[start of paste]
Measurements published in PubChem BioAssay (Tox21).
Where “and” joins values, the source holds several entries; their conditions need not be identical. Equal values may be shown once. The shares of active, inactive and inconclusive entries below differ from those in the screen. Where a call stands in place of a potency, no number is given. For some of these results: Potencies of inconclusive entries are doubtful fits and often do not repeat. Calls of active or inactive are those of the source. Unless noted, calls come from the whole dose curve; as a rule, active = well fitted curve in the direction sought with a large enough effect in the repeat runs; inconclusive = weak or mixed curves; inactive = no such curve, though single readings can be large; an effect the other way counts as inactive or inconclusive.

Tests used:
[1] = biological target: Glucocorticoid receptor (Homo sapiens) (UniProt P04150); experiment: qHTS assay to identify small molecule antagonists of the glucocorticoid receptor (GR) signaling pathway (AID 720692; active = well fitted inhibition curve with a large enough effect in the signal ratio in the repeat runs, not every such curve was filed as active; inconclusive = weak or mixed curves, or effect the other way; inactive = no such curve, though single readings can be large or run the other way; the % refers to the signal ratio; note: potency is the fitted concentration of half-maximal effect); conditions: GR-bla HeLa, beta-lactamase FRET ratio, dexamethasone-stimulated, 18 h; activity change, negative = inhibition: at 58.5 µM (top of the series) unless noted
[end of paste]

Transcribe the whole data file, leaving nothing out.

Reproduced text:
Measurements published in PubChem BioAssay (Tox21).
Where “and” joins values, the source holds several entries; their conditions need not be identical. Equal values may be shown once. The shares of active, inactive and inconclusive entries below differ from those in the screen. Where a call stands in place of a potency, no number is given. For some of these results: Potencies of inconclusive entries are doubtful fits and often do not repeat. Calls of active or inactive are those of the source. Unless noted, calls come from the whole dose curve; as a rule, active = well fitted curve in the direction sought with a large enough effect in the repeat runs; inconclusive = weak or mixed curves; inactive = no such curve, though single readings can be large; an effect the other way counts as inactive or inconclusive.

Tests used:
[1] = biological target: Glucocorticoid receptor (Homo sapiens) (UniProt P04150); experiment: qHTS assay to identify small molecule antagonists of the glucocorticoid receptor (GR) signaling pathway (AID 720692; active = well fitted inhibition curve with a large enough effect in the signal ratio in the repeat runs, not every such curve was filed as active; inconclusive = weak or mixed curves, or effect the other way; inactive = no such curve, though single readings can be large or run the other way; the % refers to the signal ratio; note: potency is the fitted concentration of half-maximal effect); conditions: GR-bla HeLa, beta-lactamase FRET ratio, dexamethasone-stimulated, 18 h; activity change, negative = inhibition: at 58.5 µM (top of the series) unless noted